cover image The Pen and the Brush: How Passion for Art Shaped Nineteenth-Century French Novels

The Pen and the Brush: How Passion for Art Shaped Nineteenth-Century French Novels

Anka Muhlstein, trans. from the French by Adriana Hunter. Other Press, $18.95 (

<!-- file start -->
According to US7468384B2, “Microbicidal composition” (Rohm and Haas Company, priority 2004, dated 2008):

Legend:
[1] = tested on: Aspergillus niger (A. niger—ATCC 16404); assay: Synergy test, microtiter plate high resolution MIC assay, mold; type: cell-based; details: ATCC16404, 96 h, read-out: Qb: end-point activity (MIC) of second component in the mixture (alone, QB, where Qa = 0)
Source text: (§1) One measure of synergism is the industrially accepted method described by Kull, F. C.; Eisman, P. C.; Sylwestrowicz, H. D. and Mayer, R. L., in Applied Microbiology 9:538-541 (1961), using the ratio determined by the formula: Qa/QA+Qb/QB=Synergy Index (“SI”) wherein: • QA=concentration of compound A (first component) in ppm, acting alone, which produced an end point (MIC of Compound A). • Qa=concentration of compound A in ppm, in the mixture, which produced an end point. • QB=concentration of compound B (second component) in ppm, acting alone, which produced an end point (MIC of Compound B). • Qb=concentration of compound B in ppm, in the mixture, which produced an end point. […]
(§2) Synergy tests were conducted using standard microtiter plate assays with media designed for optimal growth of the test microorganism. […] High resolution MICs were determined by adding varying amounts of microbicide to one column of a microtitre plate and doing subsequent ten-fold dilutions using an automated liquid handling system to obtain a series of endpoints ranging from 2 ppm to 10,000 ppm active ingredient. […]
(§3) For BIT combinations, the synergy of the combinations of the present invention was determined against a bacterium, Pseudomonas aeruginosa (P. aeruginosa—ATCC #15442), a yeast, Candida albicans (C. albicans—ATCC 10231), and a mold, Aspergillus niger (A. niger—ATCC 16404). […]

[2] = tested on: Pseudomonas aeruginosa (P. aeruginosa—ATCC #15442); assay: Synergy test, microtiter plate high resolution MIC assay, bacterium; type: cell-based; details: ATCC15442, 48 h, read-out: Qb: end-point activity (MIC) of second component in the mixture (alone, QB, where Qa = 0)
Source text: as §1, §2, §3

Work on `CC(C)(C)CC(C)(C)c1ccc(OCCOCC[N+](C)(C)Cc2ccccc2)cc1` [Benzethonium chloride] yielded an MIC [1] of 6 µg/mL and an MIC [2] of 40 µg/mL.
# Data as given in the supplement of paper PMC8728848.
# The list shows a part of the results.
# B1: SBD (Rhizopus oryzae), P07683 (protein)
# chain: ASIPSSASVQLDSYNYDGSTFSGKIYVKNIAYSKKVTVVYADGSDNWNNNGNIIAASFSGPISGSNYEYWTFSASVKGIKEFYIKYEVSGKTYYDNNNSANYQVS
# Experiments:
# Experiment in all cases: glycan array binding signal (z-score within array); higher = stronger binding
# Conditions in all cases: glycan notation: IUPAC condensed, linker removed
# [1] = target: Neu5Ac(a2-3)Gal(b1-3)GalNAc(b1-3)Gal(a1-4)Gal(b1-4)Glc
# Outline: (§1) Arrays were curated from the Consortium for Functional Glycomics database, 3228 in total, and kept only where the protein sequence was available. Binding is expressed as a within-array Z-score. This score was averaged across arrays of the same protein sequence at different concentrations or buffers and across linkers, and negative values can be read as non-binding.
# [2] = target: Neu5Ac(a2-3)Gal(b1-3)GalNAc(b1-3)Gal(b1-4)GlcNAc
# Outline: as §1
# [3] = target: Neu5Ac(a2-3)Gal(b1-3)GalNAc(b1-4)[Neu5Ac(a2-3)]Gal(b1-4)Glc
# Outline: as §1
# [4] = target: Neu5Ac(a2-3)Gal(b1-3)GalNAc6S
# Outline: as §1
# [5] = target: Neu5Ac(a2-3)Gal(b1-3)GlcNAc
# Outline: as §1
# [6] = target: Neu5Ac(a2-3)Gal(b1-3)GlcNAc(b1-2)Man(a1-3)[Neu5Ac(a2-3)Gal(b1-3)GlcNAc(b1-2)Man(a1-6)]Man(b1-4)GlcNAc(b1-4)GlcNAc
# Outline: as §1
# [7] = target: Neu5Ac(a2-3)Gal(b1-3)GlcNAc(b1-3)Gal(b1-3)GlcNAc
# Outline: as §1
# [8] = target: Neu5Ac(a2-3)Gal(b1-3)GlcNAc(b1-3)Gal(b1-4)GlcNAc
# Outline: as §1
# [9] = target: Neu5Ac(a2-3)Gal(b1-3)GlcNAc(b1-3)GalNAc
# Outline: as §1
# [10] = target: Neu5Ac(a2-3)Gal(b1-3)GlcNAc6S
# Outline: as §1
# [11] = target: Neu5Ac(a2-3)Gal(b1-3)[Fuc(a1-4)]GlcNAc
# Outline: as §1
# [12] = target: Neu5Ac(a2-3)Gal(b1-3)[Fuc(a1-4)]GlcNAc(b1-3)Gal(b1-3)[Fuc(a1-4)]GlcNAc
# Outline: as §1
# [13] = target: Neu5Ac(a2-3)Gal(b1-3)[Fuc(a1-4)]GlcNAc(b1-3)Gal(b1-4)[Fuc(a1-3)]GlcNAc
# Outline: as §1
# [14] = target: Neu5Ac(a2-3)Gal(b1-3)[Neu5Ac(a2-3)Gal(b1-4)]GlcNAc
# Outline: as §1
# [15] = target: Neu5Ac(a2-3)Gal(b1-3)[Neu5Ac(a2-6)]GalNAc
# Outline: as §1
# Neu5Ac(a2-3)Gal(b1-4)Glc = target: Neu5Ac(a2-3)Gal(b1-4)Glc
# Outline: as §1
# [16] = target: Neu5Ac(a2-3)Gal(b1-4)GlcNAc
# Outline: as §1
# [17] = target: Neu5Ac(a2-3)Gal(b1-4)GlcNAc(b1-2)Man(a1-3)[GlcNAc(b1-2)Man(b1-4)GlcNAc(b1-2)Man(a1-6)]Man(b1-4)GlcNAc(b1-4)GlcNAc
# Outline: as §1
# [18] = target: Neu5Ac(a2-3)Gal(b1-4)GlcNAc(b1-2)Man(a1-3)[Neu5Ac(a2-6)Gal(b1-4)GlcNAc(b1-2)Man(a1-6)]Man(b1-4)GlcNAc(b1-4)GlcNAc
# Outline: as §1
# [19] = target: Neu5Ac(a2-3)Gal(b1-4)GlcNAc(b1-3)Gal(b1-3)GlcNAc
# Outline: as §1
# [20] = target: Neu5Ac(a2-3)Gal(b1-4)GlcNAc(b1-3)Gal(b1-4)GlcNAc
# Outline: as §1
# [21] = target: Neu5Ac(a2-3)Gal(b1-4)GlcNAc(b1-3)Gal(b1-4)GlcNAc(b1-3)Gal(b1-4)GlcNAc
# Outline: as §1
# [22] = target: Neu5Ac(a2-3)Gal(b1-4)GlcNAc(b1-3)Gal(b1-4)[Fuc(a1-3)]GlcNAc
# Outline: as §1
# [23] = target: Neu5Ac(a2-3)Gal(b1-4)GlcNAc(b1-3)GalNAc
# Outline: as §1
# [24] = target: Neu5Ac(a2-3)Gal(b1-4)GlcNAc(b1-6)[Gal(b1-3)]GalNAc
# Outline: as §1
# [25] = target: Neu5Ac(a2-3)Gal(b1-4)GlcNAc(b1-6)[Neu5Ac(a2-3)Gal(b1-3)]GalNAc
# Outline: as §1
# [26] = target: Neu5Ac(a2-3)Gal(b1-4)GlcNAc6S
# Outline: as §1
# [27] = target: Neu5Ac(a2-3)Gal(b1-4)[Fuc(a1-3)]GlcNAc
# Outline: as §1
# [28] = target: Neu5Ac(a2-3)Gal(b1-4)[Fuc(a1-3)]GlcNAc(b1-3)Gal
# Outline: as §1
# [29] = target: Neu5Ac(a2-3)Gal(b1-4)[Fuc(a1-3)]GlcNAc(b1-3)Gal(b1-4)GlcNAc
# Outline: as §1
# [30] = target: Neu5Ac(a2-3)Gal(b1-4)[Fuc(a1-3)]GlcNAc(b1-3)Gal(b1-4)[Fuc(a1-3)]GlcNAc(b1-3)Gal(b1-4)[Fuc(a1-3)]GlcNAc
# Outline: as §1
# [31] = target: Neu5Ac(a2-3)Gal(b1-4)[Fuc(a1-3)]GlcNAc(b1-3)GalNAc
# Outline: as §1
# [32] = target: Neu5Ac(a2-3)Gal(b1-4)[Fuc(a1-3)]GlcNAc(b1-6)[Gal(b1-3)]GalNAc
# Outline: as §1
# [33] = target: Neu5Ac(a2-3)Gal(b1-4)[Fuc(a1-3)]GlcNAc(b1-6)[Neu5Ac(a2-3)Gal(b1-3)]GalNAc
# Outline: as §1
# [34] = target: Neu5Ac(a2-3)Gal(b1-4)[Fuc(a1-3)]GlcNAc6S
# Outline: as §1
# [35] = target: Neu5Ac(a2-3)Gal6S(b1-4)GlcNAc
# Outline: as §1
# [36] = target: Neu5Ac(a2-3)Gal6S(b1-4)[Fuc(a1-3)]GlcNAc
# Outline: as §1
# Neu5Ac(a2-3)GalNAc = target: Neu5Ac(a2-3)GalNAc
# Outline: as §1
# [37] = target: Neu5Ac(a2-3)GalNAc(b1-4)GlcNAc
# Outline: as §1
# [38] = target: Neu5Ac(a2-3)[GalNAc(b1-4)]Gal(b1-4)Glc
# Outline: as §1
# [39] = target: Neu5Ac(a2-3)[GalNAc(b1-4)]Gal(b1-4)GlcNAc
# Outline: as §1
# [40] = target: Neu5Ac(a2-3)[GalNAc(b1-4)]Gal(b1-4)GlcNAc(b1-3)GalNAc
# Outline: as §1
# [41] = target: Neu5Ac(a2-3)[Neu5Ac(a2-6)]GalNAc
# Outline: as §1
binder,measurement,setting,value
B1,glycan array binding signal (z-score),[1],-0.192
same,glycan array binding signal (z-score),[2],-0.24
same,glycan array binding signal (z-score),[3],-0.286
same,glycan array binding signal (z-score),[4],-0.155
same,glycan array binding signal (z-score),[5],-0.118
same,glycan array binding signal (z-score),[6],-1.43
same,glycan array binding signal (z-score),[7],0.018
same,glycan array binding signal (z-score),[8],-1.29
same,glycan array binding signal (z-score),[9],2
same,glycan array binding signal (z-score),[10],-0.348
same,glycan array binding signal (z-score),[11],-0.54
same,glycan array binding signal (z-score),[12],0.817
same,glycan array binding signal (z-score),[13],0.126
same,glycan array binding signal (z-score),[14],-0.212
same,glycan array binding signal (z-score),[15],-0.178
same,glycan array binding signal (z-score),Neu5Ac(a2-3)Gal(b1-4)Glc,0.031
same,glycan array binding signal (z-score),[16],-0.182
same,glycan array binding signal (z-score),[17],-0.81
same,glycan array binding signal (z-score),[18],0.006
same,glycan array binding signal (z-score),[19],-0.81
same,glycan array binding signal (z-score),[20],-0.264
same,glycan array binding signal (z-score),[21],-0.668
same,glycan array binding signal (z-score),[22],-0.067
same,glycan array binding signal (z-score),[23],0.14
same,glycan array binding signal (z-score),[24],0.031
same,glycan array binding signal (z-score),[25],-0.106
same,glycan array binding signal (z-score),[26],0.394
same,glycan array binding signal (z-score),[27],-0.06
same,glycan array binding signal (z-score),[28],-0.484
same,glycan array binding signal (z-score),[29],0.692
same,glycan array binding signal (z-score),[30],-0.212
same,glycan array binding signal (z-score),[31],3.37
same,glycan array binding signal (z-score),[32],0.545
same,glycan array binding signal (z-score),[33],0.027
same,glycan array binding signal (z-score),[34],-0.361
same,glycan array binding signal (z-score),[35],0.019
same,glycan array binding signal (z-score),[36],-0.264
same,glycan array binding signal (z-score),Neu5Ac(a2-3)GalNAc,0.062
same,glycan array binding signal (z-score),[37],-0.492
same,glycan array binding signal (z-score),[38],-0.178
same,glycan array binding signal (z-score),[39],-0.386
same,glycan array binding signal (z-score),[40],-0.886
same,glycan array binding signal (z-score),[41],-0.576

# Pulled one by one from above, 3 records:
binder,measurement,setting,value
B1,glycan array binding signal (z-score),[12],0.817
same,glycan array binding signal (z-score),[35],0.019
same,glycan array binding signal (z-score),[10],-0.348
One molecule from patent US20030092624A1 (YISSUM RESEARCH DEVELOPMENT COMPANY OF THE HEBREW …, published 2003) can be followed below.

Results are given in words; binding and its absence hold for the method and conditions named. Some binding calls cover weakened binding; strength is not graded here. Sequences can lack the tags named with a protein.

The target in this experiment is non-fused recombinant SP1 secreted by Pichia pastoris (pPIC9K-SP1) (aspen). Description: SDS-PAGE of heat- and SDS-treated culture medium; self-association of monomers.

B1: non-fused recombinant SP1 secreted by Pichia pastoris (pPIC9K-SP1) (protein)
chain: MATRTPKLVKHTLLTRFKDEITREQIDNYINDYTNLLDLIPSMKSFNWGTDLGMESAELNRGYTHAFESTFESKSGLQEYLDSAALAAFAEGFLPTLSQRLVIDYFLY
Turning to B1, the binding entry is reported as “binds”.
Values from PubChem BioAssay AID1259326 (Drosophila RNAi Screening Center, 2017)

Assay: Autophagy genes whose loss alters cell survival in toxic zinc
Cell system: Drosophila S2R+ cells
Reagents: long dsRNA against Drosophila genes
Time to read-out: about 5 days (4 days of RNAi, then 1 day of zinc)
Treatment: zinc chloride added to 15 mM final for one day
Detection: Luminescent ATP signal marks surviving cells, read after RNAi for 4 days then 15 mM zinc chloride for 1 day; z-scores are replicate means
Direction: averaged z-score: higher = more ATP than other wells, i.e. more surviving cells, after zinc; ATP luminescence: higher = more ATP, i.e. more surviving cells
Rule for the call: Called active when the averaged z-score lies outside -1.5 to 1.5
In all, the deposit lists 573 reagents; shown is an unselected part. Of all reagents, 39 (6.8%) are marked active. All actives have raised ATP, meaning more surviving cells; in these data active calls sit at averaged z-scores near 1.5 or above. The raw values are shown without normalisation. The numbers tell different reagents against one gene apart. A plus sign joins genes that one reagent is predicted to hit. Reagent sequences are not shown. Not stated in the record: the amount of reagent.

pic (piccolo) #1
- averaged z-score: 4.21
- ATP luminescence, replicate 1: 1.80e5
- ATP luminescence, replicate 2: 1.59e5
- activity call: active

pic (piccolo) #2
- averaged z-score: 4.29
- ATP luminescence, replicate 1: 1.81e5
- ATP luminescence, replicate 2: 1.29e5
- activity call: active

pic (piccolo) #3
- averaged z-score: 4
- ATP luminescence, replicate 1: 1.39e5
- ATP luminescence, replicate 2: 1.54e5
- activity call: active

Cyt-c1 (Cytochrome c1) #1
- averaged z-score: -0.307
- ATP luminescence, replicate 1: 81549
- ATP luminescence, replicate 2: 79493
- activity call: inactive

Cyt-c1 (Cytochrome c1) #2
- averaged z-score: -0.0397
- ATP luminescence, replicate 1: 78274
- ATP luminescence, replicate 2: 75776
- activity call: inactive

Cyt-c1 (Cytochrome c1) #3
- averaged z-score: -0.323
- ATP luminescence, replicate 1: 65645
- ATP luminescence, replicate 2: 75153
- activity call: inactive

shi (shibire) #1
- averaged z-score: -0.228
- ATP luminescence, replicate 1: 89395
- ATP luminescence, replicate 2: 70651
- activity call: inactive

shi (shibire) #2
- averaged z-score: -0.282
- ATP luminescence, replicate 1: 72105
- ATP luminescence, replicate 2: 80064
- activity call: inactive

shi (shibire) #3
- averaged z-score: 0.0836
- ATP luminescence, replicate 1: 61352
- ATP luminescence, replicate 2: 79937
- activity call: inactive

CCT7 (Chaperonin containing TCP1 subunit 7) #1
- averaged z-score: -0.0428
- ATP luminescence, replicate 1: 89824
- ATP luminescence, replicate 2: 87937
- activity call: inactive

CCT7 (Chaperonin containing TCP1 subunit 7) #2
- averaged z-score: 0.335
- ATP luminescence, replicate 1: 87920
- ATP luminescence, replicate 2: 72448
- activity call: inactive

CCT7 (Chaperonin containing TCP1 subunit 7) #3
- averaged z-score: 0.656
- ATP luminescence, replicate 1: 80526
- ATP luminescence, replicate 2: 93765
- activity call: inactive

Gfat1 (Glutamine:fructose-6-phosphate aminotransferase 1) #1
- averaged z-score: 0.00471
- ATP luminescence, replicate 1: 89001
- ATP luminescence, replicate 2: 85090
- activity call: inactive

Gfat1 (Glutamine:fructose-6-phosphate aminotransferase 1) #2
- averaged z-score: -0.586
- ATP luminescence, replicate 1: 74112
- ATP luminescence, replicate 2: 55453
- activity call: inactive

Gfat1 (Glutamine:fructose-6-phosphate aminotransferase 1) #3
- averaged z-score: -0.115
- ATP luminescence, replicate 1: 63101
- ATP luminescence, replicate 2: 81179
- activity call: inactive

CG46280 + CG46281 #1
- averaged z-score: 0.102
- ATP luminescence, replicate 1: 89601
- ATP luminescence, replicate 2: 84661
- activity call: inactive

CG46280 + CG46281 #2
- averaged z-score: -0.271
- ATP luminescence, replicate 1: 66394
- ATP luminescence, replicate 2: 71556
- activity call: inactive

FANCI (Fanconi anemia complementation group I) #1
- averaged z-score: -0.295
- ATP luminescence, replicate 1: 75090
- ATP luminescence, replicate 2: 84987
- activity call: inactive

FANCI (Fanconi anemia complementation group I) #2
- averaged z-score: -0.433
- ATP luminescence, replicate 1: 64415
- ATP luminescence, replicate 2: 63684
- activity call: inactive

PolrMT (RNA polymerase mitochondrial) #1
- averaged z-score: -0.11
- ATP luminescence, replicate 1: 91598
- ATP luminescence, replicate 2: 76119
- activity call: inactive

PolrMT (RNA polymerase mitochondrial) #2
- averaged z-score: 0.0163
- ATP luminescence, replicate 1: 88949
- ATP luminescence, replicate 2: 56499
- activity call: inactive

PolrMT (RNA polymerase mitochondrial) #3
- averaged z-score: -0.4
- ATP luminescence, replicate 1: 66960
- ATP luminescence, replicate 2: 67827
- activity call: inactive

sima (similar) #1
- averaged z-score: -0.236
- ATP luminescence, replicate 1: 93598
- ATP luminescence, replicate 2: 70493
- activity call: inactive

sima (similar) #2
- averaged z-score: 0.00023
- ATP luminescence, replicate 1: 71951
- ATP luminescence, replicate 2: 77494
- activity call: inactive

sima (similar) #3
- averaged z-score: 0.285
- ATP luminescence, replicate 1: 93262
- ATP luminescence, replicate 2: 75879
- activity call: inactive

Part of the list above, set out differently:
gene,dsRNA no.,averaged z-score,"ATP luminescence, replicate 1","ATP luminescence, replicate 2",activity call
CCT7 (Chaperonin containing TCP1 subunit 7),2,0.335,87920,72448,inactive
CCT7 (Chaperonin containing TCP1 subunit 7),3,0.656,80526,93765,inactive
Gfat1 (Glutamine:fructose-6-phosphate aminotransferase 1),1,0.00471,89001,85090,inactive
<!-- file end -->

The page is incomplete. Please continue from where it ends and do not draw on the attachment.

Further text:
With personable prose and erudition, Muhlstein (Monsieur Proust’s Library) reveals seemingly all there is to know about the relationship between 19th-century French novels and painting. She cites the Louvre’s open access policy, spurred by the French Revolution, and art’s robust presence in French life as influences on the emergence of “the visual novel.” The authors covered in this rich and detailed analysis include Honoré de Balzac, Joris-Karl Huysmans, Guy de Maupassant, Marcel Proust, and Émile Zola. While discussing their work, Muhlstein forms a new lexicon of literary devices used in the 19th-century French novel. She refers to Zola as the first “landscapist writer” because he drew from the Impressionists’ use of light, and regards Proust’s use of works of art to describe character traits as creating “pictorial allusions.” Muhlstein shows how specific paintings—Edouard Manet’s “Olympia” or Giotto’s “Idolatry”—served as a foundation for visual descriptions or moved plot forward. She also explores the personal lives of the writers, adding fun tidbits about Zola’s career as an art critic and friendship with Paul Cézanne. Muhlstein’s extensive knowledge of art and literature make for a fascinating, instructive, and absorbing read. (Jan.)